- 4.1 Introduction
- 4.2 Algorithms
- 4.3 Pseudocode
- 4.4 Control Structures
- 4.5 If...Then Selection Statement
- 4.6 If...Then...Else Selection Statement
- 4.7 Nested If...Then...Else Statements
- 4.8 Repetition Statements
- 4.9 Compound Assignment Operators
- 4.10 Formulating Algorithms: Counter-Controlled Repetition
- 4.11 Formulating Algorithms: Nested Control Statements
- 4.12 Using the Debugger: Locating a Logic Error
- 4.13 Wrap-Up
- Self-Review Exercises
- Answers to Self-Review Exercises
- Quick Quiz
- Making a Difference Exercises
This chapter presented basic problem-solving techniques that you use to build programs. We demonstrated how to develop an algorithm in pseudocode, evolving it through several refinements until it is ready to be translated to Visual Basic code that can be executed. This process is called top-down, stepwise refinement.
You learned that only three types of control structures—sequence, selection and repetition—are needed to develop an algorithm. We demonstrated the If...Then single-selection statement and the If...Then...Else double-selection statement. The If...Then statement is used to execute an action (or sequence of actions) based on a condition—if the condition is true, the statements execute; if it is false, the statements are skipped. The If...Then...Else double-selection statement is used to execute one set of statements if a condition is true, and another set if the condition is false.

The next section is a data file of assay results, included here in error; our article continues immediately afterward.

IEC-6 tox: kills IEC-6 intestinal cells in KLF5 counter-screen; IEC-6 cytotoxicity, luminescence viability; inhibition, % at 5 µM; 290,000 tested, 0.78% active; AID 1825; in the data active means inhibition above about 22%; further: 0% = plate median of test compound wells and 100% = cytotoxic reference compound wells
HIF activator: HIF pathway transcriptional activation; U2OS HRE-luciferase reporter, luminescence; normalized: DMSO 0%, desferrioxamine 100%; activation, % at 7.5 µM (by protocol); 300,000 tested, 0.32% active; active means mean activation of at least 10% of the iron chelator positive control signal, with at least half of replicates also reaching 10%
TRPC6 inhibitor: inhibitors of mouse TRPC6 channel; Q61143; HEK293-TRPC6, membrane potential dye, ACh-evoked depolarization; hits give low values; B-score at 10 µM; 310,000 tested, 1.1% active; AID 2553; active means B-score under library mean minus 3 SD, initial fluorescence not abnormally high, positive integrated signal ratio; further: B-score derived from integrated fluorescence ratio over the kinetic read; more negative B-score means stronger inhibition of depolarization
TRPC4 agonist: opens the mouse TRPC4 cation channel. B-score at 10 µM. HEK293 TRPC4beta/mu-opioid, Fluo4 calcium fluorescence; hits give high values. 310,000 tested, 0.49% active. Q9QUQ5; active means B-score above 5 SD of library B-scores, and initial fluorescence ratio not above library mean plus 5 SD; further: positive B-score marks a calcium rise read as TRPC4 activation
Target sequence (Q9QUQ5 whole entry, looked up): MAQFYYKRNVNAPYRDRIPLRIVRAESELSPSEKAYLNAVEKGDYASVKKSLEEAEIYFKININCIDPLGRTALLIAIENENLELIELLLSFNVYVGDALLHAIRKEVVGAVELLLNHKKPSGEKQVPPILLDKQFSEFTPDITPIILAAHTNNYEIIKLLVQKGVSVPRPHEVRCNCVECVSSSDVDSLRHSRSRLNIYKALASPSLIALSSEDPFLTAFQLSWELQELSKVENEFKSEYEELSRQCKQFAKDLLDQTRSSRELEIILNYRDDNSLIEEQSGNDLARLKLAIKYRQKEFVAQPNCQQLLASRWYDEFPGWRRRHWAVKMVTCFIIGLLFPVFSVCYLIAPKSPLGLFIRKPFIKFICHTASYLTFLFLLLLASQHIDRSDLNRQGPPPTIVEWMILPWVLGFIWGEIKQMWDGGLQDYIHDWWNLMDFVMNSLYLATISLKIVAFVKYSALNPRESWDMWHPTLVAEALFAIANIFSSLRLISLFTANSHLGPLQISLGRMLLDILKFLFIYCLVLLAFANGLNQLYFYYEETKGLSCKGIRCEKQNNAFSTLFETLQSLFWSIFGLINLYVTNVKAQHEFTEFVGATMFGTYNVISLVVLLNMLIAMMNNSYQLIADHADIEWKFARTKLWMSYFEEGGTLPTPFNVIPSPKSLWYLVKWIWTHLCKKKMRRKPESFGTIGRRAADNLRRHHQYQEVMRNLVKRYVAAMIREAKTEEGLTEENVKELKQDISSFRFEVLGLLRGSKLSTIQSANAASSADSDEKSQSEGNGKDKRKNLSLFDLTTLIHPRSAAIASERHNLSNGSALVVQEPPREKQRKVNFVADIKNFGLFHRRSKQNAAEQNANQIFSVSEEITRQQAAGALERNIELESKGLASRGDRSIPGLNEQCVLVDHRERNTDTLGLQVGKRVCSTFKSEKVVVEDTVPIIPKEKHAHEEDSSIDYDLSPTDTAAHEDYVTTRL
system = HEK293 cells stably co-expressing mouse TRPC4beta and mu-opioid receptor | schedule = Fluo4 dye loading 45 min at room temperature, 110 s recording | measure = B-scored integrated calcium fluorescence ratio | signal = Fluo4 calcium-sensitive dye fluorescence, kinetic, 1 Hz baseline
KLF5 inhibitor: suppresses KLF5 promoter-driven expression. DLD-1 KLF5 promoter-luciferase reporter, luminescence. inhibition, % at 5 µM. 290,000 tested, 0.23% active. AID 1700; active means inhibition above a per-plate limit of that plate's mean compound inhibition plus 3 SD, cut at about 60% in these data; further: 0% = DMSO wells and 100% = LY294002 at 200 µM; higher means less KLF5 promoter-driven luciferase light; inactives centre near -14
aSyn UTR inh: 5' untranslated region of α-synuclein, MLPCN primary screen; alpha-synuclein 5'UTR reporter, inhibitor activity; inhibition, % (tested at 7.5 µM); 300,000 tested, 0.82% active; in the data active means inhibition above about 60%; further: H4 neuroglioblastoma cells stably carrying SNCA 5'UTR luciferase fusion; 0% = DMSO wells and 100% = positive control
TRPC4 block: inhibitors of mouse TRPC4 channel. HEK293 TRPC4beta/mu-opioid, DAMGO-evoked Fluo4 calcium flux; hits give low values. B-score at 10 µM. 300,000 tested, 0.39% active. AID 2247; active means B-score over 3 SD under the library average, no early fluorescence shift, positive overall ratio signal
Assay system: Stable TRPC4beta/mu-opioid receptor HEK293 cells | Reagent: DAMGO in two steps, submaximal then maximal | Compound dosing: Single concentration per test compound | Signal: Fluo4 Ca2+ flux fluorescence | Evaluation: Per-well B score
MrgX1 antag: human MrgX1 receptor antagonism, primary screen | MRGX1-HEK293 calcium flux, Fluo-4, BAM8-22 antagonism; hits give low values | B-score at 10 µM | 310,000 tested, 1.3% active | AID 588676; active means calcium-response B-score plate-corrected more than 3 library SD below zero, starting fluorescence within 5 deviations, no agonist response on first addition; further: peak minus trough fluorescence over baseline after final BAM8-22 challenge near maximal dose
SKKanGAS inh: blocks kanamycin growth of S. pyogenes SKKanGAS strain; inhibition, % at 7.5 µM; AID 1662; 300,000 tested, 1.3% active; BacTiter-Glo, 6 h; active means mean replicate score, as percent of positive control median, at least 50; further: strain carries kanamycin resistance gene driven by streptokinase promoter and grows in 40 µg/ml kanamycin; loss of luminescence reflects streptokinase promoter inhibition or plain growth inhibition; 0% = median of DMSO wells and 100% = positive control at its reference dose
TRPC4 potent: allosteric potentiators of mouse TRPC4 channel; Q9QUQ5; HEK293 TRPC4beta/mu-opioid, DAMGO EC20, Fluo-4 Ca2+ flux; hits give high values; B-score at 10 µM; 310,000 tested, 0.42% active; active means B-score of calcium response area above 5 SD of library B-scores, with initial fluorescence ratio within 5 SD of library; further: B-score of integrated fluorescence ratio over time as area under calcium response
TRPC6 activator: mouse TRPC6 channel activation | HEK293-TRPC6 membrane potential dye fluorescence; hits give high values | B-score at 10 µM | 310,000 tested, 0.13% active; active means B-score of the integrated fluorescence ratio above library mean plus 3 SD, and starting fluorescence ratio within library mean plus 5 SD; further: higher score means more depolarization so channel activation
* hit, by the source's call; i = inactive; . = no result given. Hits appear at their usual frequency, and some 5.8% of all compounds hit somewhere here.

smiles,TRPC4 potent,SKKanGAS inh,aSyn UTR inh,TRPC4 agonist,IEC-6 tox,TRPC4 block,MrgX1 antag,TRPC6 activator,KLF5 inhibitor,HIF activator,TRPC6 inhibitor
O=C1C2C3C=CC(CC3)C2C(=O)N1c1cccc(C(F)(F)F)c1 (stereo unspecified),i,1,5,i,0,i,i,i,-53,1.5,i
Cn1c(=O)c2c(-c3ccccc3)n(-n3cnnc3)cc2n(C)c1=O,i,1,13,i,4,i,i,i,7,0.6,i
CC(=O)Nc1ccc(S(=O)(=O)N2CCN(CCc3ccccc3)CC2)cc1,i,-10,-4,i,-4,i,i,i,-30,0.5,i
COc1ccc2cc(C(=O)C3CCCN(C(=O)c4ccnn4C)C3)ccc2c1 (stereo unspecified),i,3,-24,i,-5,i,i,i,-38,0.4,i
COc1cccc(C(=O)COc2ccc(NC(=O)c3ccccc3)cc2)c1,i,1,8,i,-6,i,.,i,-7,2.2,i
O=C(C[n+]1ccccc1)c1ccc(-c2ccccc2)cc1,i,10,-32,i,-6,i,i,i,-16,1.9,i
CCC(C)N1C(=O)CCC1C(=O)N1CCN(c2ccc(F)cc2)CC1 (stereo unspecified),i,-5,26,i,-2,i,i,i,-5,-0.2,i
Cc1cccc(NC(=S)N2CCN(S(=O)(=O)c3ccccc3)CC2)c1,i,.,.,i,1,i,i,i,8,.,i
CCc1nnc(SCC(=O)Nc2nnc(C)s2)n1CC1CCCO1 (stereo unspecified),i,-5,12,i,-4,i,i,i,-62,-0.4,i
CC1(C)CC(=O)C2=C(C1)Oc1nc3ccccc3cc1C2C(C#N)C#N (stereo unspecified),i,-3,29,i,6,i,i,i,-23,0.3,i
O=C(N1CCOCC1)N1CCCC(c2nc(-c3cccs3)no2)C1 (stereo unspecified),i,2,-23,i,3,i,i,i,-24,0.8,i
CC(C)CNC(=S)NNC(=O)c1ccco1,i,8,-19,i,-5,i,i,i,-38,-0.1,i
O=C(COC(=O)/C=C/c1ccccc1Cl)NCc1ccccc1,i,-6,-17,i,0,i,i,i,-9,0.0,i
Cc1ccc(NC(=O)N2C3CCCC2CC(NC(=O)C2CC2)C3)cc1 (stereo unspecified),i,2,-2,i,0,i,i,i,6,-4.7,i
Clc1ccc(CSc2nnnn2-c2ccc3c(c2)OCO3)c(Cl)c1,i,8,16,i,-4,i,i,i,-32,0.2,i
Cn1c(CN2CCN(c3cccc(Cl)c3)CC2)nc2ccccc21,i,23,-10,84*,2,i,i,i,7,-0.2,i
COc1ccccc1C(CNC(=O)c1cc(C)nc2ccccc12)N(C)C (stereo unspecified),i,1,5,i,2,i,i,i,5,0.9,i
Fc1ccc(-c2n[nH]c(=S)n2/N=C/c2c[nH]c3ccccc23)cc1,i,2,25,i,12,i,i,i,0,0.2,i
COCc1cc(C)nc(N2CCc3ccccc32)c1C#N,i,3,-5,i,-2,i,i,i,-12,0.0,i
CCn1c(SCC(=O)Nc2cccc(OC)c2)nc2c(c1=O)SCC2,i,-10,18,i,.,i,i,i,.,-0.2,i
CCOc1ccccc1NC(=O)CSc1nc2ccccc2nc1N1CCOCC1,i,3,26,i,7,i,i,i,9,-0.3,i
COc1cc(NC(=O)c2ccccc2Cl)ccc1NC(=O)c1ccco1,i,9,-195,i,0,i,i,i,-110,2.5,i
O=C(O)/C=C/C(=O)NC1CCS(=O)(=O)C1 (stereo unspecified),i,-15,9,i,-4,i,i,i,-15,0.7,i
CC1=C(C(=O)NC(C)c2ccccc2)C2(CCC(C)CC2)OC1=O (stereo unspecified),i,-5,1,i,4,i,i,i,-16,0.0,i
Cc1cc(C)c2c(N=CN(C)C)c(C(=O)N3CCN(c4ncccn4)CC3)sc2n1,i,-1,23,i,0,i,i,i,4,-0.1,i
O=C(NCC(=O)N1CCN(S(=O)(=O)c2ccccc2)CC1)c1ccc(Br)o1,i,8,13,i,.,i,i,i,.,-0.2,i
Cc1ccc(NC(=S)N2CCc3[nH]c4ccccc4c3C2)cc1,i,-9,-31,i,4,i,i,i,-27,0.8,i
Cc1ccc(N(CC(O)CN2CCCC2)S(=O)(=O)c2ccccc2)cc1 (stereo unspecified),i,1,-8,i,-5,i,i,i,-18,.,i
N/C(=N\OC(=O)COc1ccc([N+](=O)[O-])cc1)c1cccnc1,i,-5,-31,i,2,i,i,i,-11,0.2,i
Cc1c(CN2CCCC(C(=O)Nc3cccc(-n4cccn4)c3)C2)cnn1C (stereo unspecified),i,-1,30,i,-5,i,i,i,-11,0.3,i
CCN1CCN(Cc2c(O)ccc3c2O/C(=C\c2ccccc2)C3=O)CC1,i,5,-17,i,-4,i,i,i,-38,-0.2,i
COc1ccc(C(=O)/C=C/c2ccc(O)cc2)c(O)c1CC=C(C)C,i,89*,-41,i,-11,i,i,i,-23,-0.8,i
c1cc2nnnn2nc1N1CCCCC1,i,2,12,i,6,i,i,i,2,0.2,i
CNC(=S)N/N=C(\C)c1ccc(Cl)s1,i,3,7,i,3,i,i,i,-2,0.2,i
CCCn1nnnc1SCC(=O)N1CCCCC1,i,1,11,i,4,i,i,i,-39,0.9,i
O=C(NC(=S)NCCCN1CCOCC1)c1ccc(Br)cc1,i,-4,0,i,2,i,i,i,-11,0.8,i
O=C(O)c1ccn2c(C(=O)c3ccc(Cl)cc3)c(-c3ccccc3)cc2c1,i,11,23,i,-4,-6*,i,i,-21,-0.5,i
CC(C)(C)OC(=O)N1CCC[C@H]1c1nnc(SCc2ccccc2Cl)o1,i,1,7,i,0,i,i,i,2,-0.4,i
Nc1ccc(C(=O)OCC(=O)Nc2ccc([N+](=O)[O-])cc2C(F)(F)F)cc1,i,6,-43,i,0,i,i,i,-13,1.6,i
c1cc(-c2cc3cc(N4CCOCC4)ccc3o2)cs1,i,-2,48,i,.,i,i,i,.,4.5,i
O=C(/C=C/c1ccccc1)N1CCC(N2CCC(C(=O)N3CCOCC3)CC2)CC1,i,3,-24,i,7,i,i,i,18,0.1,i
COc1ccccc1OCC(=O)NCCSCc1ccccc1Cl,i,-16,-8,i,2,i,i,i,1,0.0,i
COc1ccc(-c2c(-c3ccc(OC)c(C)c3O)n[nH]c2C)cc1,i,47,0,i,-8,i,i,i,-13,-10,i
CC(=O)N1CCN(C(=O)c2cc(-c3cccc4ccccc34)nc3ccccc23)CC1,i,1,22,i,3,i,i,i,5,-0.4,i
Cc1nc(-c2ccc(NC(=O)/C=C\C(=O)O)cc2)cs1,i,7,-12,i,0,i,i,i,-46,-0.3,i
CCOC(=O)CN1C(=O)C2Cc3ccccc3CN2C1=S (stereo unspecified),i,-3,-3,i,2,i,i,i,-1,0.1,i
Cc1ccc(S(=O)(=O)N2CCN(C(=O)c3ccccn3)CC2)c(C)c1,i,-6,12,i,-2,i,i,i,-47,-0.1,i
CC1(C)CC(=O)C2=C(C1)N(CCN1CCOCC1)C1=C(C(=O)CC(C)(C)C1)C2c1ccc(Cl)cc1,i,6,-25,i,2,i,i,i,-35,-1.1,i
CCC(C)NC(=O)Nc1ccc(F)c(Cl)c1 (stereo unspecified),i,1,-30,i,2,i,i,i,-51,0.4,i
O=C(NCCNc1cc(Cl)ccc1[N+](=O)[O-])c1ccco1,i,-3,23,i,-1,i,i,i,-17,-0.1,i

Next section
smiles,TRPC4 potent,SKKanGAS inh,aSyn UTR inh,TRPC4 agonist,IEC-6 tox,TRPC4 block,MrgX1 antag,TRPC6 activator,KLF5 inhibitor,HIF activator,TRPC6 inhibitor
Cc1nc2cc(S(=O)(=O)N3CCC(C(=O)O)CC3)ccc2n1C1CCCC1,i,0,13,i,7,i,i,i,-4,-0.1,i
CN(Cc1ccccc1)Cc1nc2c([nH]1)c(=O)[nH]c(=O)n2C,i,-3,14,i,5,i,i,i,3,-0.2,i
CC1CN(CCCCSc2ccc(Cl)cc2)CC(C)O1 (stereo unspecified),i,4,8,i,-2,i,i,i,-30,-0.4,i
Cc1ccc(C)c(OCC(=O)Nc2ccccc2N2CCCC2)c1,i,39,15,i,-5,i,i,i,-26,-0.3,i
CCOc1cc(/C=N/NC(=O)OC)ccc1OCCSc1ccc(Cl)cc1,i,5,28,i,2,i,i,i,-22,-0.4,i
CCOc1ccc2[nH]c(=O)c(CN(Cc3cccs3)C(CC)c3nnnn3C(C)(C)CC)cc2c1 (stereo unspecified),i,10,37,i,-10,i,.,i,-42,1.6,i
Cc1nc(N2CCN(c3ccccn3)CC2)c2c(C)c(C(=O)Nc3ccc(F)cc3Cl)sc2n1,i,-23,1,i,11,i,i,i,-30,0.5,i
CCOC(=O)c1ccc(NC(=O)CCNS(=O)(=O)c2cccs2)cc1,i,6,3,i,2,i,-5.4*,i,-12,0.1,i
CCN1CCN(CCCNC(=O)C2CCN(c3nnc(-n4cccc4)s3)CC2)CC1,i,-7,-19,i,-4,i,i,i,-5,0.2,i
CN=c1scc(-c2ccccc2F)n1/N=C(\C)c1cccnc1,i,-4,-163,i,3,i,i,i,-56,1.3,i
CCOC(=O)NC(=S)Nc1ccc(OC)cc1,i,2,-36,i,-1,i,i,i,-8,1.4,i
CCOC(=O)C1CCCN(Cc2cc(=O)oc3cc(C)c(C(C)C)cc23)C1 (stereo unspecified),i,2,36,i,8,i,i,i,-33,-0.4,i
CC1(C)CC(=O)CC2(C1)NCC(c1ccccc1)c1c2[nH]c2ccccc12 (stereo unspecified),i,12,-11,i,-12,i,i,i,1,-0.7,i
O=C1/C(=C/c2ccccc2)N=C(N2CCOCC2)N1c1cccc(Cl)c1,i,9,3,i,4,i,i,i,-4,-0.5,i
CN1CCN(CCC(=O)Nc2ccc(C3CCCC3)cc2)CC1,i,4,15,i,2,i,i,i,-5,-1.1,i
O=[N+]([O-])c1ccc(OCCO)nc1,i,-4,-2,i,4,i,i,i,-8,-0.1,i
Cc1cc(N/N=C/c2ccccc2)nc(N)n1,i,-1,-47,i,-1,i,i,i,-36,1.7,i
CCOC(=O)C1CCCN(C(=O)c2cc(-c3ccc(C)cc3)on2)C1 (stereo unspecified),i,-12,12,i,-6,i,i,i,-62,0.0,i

We discussed the Do While...Loop and While...End While repetition statements that execute sets of statements repeatedly as long as a loop-continuation condition remains true. We discussed the Do Until...Loop repetition statement, where a set of statements executes repeatedly as long as a loop-termination condition remains false. You studied the UML activity diagrams that represent each control statement presented in the chapter.
We introduced compound assignment operators, which can be used for abbreviating assignment statements. We used control-statement stacking to compute a class average with counter-controlled repetition then display the results, and we used control-statement nesting to analyze and make decisions based on a set of exam results. You also learned how to use the debugger to view the values of variables during program execution and to step through a program to help locate a logic error. In Chapter 5, Problem Solving and Control Statements: Part 2, we present additional selection and repetition statements.